Let’s address individualized treatment according to the need, not the file it comes from. Those who truly try to help the homeless, come across crushing obstacles when everyone falls under the category of homeless.
      Homeless financially? Let’s provide housing and assistance to those who lost all income from employment, not injury. I’ll address that in a minute lol. Have a safe place of temporary housing. Staff it with financial planners, job placement assistance, child care and someone who knows something about Home Economics to teach budgeting, shopping. Teach how to run a household. Some people have no idea how to.

      Now comes those out on the streets unrelated to loss of income from job or the bread winner. Let’s start with injuries. If you are homeless with a physical reason, you aren’t really getting any help if you end up in a facility that is also housing people with addictions and/or mental health issues. There needs to be a facility to house physical handicaps. Private living quarters. Staff health care workers, physical therapists, rooms with special adaptive equipment, a physical fitness area, nutritionist.

      Now lets help those who have addictions, be it drugs or alcohol. Both are as deadly as each other. We could start with harsher penalties for drug dealers, but that is another issue. Special housing needs to be developed to address helping addiction end. Housing should consist of private living quarters. Staff with experts on helping specific addictions, counseling, activities directors, job building skills to boost confidence and help into the workforce, allow you to work and live in the housing after you complete the program, for a specified period of time at a low rate to cover basic needs, add a gym or physical activity room.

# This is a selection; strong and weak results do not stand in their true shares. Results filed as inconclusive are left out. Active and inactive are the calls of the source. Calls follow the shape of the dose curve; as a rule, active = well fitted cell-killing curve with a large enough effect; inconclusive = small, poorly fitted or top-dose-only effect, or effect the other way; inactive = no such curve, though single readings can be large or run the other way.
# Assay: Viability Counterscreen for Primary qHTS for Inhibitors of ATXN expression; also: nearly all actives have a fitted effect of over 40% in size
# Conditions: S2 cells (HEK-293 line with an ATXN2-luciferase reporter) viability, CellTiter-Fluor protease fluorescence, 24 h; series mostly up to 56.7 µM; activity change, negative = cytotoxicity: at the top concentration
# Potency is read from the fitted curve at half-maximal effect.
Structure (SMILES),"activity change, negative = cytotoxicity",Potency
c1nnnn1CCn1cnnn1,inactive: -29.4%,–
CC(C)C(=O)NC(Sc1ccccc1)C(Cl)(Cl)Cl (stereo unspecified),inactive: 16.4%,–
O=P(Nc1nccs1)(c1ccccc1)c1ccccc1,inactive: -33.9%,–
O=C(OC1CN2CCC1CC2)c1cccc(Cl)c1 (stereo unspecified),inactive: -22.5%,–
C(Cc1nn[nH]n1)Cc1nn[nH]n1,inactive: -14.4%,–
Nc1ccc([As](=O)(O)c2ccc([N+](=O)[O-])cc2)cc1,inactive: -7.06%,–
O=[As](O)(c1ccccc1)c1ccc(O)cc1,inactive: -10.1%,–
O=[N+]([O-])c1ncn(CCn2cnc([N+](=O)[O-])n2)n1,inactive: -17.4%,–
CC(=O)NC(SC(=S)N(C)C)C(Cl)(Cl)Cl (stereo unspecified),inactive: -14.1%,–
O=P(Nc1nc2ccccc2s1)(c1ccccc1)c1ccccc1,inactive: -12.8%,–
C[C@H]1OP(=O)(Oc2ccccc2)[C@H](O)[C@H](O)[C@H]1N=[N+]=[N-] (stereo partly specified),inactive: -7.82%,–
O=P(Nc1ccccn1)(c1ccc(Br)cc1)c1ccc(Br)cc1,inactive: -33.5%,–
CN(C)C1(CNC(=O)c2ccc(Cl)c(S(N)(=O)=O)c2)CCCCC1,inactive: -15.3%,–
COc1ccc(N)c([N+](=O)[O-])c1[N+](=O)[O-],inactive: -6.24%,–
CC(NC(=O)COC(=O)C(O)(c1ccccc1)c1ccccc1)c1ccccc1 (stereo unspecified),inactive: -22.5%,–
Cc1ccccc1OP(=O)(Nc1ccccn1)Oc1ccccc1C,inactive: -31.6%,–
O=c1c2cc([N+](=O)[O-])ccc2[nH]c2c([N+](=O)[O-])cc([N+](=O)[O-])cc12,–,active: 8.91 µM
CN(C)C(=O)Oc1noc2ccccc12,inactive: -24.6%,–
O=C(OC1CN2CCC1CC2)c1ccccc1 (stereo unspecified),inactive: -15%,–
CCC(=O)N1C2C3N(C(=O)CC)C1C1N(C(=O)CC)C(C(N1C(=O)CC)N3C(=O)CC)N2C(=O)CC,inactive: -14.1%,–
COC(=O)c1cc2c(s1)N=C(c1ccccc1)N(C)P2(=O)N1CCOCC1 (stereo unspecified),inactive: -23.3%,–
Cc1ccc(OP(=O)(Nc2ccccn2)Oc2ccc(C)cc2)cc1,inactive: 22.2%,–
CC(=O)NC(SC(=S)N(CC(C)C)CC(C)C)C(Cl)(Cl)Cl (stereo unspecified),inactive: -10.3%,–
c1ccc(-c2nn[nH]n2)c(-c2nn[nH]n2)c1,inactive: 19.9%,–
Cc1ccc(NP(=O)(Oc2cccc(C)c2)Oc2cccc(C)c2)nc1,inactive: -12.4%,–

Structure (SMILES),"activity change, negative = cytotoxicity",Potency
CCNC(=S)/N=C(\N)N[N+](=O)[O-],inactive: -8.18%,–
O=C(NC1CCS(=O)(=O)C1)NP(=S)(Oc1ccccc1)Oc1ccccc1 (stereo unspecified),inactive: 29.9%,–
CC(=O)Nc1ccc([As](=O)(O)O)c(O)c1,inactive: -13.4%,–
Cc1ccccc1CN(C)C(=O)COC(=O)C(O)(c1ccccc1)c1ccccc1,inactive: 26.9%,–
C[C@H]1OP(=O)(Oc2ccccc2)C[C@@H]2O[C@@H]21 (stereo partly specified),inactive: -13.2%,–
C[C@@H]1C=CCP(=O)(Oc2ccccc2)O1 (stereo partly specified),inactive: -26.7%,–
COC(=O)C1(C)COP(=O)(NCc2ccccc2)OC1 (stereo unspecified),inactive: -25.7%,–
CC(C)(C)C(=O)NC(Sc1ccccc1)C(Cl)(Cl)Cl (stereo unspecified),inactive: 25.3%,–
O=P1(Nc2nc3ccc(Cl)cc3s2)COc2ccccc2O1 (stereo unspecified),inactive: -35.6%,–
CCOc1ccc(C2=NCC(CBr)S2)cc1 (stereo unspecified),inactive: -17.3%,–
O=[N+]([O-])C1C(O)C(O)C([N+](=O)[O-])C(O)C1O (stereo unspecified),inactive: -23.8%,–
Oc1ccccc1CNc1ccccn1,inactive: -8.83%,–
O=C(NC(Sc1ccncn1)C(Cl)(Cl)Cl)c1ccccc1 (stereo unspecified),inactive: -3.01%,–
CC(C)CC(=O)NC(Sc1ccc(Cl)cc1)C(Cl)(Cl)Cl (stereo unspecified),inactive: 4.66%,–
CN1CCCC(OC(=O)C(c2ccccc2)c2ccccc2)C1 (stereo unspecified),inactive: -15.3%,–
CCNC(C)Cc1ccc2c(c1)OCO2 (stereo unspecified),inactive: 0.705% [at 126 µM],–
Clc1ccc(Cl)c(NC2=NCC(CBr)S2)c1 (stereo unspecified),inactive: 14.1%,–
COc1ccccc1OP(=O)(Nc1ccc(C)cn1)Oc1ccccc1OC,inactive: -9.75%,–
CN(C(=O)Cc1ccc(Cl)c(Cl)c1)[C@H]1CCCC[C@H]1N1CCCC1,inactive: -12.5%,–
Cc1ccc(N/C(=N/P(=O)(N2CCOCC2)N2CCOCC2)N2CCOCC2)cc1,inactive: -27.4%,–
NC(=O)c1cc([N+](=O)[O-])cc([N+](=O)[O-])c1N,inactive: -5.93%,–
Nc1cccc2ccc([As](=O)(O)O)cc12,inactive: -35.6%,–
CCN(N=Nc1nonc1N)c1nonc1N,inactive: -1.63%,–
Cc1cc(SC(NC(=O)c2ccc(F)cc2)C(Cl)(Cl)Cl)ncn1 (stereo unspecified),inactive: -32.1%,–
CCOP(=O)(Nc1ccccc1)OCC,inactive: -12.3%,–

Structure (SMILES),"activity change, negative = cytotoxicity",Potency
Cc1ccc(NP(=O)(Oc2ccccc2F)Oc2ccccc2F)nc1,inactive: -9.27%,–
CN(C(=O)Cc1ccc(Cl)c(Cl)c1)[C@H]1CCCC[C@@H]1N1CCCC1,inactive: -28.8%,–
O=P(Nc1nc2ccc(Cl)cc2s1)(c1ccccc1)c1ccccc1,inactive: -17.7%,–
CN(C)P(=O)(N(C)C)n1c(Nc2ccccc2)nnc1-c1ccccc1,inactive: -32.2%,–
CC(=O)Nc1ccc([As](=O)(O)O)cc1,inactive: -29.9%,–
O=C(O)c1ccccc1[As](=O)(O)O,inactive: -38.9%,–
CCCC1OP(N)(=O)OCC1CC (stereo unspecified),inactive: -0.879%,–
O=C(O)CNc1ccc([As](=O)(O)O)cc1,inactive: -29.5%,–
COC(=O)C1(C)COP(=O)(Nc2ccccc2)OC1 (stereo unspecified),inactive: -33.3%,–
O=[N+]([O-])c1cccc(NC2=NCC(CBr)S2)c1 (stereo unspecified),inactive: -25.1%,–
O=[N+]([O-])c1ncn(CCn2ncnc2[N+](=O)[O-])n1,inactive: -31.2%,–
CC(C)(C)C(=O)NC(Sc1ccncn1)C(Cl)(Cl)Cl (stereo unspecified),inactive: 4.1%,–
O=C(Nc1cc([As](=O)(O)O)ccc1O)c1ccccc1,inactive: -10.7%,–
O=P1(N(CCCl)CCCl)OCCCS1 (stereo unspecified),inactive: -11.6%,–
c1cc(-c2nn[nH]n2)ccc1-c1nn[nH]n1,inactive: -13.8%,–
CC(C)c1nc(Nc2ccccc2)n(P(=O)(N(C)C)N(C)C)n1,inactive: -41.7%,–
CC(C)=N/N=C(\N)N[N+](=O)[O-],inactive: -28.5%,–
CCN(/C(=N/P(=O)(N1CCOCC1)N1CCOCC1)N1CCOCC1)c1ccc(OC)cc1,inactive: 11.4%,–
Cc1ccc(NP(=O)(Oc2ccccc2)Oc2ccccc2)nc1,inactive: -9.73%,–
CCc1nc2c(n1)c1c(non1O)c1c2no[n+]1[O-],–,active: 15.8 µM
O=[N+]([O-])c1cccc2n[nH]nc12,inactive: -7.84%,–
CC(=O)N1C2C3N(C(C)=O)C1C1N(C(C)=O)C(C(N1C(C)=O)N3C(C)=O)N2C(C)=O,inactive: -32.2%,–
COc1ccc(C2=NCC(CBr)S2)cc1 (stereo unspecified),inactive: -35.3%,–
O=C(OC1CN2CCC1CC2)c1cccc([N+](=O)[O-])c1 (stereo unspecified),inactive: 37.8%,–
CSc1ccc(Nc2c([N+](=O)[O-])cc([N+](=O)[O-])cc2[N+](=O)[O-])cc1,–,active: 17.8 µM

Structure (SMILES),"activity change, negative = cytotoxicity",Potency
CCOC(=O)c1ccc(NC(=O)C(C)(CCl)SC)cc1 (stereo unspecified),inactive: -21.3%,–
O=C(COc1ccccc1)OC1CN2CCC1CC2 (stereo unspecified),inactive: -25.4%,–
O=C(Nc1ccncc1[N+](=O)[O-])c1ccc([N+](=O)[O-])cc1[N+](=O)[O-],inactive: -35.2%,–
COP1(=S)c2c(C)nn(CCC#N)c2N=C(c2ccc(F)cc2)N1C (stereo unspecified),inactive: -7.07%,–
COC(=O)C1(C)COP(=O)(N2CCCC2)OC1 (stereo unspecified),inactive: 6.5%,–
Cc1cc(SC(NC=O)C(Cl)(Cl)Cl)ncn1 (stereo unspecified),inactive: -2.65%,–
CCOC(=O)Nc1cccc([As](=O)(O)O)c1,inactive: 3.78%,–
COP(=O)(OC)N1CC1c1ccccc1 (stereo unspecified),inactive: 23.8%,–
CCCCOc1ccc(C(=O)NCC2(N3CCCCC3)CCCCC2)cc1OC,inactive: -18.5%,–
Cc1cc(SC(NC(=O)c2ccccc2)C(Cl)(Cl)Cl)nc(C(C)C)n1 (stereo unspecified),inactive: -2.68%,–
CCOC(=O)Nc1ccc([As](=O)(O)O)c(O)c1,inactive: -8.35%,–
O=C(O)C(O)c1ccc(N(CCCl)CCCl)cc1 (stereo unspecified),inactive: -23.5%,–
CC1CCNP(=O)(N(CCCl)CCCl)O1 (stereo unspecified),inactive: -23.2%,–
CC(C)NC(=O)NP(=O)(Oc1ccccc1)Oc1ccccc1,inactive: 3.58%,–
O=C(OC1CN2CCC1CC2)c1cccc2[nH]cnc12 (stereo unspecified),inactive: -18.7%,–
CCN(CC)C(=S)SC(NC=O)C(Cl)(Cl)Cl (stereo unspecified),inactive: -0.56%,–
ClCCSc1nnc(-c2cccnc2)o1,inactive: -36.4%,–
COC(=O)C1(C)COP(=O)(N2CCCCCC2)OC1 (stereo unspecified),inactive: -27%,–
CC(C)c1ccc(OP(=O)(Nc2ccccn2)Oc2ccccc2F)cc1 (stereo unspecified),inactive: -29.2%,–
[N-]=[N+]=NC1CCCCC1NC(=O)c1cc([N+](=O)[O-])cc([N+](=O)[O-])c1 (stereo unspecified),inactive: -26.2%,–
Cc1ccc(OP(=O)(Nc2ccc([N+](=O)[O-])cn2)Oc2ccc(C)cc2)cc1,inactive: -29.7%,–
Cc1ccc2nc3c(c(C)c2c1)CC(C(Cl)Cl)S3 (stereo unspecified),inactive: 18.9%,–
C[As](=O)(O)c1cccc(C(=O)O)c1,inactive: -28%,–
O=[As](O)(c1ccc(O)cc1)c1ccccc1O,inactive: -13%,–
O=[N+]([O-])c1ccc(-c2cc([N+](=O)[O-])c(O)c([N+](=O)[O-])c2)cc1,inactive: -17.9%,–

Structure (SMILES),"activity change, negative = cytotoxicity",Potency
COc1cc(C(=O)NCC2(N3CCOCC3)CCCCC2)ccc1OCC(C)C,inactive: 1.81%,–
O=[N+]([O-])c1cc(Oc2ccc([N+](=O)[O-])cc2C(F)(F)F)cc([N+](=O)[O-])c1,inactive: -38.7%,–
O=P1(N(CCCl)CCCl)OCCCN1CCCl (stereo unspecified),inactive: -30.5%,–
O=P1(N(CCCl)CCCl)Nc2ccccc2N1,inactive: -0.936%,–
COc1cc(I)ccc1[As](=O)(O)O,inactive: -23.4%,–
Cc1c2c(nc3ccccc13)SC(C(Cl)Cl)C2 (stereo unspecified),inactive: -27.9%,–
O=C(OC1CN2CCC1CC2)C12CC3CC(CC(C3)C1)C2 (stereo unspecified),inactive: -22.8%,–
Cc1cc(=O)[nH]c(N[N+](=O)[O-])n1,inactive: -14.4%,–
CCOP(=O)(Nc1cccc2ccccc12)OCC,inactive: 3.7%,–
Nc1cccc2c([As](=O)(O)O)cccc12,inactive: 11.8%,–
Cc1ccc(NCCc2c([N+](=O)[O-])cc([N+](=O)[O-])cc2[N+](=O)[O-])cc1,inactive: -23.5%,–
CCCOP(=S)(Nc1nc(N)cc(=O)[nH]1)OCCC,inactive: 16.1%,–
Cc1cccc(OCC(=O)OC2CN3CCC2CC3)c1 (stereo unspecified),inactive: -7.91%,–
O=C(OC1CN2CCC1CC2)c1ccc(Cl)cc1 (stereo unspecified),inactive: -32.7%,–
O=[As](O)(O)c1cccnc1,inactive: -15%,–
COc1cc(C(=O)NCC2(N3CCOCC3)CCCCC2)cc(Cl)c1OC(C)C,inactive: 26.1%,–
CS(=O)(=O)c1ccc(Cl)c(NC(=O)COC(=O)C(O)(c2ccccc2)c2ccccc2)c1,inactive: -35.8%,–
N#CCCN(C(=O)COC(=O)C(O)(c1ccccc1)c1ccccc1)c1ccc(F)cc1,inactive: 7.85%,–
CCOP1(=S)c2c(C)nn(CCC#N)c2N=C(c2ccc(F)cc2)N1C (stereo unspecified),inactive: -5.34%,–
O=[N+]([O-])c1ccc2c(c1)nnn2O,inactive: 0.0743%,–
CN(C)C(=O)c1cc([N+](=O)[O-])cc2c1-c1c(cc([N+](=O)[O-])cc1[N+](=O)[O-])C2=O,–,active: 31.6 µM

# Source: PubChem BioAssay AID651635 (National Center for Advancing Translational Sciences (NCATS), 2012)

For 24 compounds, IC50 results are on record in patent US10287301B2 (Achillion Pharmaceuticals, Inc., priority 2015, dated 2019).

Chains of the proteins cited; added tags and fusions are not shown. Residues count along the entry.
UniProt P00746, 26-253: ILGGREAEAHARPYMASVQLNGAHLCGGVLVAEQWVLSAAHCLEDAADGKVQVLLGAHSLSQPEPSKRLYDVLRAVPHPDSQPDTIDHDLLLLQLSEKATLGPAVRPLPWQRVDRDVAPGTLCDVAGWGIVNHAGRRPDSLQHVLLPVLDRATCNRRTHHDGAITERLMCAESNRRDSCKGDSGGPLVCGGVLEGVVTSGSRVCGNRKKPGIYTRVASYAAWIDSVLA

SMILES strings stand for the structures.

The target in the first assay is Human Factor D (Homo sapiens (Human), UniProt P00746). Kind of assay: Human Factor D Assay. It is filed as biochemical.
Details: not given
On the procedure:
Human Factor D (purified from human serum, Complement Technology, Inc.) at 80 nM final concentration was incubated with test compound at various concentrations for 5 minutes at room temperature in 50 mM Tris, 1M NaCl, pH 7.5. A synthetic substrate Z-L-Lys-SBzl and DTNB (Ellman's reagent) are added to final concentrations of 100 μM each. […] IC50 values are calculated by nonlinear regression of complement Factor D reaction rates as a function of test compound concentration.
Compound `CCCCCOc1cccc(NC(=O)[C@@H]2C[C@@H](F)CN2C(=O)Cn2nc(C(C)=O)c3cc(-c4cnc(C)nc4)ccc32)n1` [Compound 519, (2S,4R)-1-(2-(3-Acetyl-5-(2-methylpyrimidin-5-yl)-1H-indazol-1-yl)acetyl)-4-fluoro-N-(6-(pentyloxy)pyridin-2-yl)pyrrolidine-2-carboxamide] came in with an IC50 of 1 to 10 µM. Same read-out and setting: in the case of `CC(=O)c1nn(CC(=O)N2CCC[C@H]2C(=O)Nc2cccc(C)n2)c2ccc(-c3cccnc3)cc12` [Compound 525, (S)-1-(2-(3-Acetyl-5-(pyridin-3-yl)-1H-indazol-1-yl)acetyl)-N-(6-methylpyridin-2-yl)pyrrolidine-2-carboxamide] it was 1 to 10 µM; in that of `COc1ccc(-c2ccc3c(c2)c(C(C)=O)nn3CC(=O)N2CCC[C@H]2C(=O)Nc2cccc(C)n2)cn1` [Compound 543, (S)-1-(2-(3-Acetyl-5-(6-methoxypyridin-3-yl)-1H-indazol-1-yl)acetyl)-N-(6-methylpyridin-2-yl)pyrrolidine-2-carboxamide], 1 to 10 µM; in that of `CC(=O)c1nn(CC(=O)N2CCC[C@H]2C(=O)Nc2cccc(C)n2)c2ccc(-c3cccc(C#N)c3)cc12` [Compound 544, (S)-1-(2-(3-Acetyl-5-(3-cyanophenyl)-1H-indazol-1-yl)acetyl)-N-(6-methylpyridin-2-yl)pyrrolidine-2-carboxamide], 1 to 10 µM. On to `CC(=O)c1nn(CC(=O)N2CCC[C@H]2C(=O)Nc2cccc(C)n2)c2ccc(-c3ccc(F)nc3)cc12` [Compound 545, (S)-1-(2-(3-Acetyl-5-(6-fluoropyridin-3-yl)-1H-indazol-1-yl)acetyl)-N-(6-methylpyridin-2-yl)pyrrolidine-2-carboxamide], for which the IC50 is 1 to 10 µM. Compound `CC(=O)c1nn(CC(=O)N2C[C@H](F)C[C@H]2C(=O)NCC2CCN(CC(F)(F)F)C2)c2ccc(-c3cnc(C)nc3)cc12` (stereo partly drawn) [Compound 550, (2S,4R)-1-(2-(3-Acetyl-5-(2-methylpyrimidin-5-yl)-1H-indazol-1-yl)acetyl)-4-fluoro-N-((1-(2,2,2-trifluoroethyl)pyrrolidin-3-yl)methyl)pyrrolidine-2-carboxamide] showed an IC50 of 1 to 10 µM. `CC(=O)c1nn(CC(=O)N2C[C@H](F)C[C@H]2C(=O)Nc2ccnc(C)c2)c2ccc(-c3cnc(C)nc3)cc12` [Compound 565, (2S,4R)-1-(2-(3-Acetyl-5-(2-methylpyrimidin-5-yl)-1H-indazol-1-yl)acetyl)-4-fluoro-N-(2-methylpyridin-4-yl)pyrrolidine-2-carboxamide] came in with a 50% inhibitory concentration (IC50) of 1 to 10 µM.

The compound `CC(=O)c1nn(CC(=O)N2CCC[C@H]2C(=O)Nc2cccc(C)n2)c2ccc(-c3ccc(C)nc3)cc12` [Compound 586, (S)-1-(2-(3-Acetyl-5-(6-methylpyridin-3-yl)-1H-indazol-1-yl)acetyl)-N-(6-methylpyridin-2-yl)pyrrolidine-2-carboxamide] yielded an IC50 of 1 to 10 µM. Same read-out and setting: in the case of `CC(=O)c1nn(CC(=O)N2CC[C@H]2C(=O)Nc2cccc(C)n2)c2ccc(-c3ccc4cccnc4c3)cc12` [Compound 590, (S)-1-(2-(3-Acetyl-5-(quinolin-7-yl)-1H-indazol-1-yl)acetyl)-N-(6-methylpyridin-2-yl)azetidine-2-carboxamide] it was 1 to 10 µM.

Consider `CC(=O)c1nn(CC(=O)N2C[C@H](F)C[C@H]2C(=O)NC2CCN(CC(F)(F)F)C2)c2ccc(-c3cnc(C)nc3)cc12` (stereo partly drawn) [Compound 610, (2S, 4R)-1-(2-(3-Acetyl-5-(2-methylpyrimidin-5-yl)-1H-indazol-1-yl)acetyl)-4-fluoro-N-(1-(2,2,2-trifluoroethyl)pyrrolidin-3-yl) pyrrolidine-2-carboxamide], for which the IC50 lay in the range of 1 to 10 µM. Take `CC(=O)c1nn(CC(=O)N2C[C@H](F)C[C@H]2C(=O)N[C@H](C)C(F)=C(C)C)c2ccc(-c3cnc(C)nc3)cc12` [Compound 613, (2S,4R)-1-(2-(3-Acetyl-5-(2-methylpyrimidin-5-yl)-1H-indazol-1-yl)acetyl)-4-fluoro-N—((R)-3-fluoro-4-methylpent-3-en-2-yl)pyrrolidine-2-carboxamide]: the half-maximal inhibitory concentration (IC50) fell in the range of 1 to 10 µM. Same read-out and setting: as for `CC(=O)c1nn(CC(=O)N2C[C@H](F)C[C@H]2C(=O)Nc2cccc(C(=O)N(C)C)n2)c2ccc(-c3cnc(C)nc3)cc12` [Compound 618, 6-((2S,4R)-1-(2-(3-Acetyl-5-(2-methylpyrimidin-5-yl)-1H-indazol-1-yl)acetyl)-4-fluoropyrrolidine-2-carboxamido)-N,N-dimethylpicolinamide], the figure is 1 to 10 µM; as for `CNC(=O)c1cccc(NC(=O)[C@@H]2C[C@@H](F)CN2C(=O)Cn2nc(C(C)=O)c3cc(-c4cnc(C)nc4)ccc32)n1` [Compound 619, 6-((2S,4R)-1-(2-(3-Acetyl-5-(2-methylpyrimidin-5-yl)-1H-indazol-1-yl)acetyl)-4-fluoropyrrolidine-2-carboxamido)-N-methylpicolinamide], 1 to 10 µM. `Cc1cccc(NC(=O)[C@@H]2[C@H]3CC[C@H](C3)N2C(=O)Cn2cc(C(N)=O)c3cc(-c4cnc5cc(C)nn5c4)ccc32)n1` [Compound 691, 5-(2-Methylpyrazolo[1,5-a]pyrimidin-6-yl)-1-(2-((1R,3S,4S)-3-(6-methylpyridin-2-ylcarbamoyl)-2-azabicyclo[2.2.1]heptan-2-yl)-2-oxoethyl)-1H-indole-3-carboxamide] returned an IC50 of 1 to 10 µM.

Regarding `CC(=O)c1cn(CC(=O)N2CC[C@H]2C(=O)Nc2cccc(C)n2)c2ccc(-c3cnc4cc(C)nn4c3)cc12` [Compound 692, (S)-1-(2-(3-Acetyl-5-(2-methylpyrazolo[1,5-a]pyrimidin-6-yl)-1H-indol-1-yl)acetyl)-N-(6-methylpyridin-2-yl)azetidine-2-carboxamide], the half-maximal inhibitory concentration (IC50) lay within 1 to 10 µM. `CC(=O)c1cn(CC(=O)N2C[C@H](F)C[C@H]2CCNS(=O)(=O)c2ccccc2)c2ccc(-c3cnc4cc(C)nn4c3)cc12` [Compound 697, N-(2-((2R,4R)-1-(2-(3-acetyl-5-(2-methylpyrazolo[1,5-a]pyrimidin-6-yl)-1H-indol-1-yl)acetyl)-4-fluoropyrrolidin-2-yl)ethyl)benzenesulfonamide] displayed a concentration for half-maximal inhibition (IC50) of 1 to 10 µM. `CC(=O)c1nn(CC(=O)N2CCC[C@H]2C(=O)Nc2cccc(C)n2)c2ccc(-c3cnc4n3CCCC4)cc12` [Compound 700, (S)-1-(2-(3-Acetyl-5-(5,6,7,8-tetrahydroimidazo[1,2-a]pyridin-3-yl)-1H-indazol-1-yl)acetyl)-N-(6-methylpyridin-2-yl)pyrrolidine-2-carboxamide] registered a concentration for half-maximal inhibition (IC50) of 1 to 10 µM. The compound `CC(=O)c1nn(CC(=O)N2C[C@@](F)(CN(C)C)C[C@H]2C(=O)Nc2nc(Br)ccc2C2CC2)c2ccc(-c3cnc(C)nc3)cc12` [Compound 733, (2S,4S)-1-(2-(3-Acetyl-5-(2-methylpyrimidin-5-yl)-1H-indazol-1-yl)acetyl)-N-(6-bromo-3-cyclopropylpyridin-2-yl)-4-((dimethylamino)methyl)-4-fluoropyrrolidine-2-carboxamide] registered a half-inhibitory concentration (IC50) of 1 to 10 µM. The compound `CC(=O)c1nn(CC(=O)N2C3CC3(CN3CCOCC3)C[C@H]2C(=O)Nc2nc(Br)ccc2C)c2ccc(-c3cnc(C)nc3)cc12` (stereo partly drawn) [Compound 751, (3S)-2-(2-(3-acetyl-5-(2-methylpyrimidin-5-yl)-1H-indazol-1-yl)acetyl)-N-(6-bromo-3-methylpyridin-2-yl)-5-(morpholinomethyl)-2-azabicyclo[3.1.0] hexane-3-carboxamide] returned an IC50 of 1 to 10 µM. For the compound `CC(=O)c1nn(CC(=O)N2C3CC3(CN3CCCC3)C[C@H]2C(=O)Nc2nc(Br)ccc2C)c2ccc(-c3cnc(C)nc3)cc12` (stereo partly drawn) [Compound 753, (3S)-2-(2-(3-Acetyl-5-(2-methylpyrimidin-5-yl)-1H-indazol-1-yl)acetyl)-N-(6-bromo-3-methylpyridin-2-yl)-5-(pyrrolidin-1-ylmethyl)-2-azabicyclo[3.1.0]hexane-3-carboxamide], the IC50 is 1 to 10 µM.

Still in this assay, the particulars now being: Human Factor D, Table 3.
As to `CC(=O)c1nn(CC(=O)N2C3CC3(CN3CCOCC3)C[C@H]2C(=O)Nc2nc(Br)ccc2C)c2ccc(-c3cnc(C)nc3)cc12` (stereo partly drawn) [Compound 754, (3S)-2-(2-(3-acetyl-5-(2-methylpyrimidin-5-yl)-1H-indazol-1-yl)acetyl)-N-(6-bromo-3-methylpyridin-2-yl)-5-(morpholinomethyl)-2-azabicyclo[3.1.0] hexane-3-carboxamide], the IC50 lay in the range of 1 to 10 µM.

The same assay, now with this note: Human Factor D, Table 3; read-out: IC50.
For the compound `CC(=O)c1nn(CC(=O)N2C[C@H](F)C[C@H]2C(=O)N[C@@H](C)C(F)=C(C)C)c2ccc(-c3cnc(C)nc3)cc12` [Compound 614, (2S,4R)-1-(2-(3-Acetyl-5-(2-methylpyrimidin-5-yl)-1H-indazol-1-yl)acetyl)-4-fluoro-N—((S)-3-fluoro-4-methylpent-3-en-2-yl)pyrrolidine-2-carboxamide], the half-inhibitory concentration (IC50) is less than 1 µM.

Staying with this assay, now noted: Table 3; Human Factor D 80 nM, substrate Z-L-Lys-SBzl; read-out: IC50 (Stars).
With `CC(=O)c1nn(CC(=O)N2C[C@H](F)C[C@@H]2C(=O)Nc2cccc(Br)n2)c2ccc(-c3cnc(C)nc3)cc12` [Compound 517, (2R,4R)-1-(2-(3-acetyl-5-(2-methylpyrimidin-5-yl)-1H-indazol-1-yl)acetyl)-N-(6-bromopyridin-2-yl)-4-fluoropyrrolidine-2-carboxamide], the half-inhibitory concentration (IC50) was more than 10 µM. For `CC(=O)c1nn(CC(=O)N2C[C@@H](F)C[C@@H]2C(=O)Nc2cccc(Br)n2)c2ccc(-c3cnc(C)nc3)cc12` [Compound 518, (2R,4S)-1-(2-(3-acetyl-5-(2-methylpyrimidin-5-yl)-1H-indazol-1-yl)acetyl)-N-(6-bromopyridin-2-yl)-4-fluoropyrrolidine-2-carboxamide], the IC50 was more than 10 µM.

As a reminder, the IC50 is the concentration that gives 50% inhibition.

Now here is a big one. Mental health issues. We all know this has been a very weak area in many states. No health insurance? Not good. Overcrowded facilities being under staffed and overworked. We need better focus on individual care here as well. Separate living quarters for those who can care for themselves. Let’s fund separate housing for those with mental issues who are nonviolent, from those who are violent but not criminals. Focus on care both mentally and physically. Give less patients to more health care providers. Stop overcrowding. Proper doctors and health care staff, nutrition and physical health is needed here too.

      As I sit here and type this, my mind wishes it were a reality to come. But in truth, in this country, this is just a fairy tale. We all know what needs to be done. We just can’t find the people to fund it all who don’t have an agenda. One hundred people could be on a committee, but all it takes is a few to turn it into something it isn’t. Then funding is taken away or runs out, but other areas boom with funding.

      So I guess we have a Humane Issue, not just a homeless issue. Maybe they should all be put in that file. We can label that one “Humanity”.